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How to Fix Missing GRUB Boot Menu after a Windows Update

You’ve installed your favorite Linux distro alongside Windows and have been happily enjoying the best of both worlds, without having to delete your Windows installation. This is possible thanks to the incredible bootloader: GRUB.

Isn’t the GRUB boot menu a wonderful piece of software, giving us access to whichever operating system we want to use upon turning on the computer? Until one day you notice that the GRUB boot menu no longer appears, causing your computer to automatically boot on Windows, thereby locking you out of your Linux installation. If you have been plagued by this issue, cursing Linux or GRUB will be of no help. The real culprit here is Windows.

Here is what actually happened. Unlike GRUB which is intelligent by design to detect the presence of other operating systems, the Windows bootloader doesn’t take into account other operating systems that are installed on the computer. Whenever a major Windows update is available, the GRUB bootloader gets replaced by the Windows bootloader. Therefore, in order to bring back the GRUB boot menu, all we need to do is replace the Windows bootloader with GRUB.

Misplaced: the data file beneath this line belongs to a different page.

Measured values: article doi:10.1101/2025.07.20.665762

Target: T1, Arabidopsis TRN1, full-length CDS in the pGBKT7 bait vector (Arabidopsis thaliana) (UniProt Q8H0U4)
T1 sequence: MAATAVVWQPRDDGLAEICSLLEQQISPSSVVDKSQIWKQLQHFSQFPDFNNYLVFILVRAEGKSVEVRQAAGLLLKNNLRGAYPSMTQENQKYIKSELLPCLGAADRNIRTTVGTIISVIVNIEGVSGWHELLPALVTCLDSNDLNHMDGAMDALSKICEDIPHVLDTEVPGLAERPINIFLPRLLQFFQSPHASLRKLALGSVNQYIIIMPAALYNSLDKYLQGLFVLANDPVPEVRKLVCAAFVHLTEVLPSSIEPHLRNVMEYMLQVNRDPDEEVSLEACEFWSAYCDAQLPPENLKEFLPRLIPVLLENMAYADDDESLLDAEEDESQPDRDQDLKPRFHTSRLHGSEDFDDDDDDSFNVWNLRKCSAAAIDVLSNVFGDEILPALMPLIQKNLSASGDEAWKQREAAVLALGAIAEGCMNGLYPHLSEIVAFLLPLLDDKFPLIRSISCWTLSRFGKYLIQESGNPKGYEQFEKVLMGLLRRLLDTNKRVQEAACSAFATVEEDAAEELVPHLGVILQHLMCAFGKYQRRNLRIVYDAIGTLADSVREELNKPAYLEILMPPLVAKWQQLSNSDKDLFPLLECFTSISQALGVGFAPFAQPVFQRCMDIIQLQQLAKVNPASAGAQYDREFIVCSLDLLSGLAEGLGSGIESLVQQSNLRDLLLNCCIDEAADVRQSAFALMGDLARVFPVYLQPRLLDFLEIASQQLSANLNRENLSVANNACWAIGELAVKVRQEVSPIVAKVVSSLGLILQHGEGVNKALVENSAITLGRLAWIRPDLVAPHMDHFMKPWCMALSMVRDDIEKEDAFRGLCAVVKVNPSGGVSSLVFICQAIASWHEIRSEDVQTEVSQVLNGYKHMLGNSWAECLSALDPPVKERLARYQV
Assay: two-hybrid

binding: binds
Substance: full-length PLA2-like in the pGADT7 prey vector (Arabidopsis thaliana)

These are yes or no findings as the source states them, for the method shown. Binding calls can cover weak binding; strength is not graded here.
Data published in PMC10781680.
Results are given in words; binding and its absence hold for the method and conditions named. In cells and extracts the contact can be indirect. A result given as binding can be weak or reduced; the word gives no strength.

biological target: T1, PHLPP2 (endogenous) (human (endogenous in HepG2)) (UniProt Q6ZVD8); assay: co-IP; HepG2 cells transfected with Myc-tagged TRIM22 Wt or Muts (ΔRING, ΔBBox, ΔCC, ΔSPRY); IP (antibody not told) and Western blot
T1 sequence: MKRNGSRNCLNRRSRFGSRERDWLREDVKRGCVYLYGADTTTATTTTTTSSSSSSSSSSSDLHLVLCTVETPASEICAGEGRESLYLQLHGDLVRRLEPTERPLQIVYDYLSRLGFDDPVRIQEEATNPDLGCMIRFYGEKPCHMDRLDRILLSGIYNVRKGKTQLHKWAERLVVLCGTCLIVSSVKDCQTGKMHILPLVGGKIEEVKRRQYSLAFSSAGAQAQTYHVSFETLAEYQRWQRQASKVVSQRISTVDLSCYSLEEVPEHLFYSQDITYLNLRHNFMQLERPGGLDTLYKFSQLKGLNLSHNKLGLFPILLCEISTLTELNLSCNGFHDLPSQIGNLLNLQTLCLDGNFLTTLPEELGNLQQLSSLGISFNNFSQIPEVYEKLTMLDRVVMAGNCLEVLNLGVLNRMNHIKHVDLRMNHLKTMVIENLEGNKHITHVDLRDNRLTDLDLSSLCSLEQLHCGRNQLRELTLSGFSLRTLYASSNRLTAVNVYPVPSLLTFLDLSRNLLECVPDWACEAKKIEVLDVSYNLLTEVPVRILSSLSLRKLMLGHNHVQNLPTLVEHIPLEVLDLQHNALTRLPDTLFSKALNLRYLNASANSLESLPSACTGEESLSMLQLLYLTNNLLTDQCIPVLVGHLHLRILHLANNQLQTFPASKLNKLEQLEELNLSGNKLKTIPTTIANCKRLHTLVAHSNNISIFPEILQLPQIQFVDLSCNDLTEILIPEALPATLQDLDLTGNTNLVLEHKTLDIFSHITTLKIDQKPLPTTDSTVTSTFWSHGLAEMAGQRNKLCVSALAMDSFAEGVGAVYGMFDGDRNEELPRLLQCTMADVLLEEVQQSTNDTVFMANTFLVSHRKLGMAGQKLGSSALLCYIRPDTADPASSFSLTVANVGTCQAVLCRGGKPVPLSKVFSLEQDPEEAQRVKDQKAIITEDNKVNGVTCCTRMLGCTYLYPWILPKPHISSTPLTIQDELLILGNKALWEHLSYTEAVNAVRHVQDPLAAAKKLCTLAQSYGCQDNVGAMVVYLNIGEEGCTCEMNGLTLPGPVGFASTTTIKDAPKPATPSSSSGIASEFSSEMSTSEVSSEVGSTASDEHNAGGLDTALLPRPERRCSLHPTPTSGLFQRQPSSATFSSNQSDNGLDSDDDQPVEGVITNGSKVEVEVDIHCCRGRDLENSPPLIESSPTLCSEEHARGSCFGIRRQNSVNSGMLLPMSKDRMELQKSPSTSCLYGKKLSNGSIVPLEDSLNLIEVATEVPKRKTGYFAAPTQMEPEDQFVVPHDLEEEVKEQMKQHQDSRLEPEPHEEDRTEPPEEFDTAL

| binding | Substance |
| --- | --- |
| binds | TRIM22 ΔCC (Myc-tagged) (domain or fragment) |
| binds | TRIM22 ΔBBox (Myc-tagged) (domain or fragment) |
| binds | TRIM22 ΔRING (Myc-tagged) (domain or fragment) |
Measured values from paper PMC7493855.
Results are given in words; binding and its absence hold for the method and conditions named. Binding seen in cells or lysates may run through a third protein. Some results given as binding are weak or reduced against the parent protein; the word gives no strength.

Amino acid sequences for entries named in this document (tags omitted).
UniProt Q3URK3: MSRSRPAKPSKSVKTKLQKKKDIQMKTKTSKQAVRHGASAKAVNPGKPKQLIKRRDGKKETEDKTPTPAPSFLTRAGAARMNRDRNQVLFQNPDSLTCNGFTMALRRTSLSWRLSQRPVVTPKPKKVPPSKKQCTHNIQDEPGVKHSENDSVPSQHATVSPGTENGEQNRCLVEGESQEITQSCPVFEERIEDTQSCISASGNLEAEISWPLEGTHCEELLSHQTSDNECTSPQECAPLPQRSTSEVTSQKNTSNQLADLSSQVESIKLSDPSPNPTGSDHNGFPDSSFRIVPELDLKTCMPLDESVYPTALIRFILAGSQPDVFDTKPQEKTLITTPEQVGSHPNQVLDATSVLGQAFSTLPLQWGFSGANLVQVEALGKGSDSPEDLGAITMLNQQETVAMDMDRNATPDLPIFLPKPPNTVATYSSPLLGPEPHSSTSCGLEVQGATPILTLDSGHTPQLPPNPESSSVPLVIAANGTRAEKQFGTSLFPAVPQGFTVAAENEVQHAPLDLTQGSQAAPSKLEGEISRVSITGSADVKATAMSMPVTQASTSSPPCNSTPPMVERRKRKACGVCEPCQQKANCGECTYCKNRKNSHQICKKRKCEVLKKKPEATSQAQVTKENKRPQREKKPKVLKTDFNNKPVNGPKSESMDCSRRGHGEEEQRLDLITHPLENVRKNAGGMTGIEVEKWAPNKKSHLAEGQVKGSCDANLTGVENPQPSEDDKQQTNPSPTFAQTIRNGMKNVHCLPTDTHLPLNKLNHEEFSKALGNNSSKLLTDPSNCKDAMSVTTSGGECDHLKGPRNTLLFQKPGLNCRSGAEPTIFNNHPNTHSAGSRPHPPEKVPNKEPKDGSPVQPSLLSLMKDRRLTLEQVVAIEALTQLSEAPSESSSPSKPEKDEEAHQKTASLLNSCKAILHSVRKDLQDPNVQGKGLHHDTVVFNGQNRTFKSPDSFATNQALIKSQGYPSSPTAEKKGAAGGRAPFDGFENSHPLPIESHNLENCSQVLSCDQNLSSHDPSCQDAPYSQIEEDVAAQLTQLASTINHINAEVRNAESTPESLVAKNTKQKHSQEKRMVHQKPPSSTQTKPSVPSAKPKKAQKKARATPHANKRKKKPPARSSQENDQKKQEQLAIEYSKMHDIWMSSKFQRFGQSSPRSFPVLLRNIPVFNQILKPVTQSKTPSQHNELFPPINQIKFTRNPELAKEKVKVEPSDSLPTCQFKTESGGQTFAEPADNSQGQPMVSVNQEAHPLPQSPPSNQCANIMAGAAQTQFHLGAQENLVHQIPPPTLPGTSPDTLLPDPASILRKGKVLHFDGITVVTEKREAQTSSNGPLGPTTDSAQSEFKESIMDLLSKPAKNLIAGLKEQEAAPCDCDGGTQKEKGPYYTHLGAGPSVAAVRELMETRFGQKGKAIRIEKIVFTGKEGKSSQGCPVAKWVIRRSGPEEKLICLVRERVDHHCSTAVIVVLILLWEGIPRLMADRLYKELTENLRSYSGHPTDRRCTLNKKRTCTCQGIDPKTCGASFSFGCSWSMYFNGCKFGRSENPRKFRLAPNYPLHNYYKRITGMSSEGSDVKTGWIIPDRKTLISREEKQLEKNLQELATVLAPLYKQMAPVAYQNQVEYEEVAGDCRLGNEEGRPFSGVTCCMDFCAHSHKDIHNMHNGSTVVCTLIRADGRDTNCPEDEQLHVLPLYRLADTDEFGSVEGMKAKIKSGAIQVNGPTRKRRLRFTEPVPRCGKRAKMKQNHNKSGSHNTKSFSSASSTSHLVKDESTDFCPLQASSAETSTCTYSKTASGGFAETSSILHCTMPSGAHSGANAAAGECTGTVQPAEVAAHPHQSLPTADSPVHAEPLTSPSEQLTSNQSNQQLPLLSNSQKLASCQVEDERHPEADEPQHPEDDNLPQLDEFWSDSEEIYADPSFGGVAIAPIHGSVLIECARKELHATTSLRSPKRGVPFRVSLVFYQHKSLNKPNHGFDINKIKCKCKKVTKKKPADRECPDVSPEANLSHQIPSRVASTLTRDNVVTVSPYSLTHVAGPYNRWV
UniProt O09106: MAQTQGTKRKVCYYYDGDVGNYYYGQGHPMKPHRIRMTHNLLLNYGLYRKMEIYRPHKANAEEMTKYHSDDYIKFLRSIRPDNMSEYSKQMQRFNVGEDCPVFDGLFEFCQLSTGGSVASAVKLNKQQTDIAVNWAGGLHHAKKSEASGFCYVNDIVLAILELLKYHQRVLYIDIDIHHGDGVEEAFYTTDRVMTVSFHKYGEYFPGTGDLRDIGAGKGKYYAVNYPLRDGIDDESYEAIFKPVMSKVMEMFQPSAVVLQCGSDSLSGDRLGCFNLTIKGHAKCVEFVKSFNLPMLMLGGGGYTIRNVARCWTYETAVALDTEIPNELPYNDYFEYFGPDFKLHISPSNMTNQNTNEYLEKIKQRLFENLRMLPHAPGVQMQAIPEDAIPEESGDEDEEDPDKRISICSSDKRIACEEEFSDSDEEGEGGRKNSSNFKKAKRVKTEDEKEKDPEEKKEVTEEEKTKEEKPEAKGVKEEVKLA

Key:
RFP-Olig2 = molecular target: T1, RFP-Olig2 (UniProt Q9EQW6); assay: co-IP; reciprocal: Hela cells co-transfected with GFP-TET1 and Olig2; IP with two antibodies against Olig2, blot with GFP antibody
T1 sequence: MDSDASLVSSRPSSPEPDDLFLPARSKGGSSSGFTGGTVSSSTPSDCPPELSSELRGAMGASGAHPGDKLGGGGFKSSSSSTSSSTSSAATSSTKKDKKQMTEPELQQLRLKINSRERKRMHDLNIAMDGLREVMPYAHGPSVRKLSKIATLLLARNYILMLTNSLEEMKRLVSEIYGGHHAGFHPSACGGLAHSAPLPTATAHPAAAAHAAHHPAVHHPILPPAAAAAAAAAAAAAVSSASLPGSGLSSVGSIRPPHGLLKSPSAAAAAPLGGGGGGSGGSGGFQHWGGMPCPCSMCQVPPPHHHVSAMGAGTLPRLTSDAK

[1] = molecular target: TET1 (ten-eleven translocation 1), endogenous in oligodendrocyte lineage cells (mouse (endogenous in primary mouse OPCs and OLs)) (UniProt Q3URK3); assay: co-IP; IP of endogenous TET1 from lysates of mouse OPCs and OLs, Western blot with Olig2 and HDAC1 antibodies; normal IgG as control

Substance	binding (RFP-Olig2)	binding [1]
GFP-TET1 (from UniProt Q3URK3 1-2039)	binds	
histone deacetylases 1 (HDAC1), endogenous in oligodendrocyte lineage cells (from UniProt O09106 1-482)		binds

How to do that?

Step 1

In Windows, click on the Start Menu and search for “Command Prompt”

Step 2

Right click on the Command Prompt menu option and click “Run as administrator”. Note: It is important to open Command Prompt with Administrator privileges, otherwise the step below will not work.

Step 3

Copy and paste the command below in the Command Prompt window and press ENTER:

bcdedit /set {bootmgr} path \EFI\ubuntu\grubx64.efi

Next, restart your computer and you should see the GRUB boot menu again 🙂

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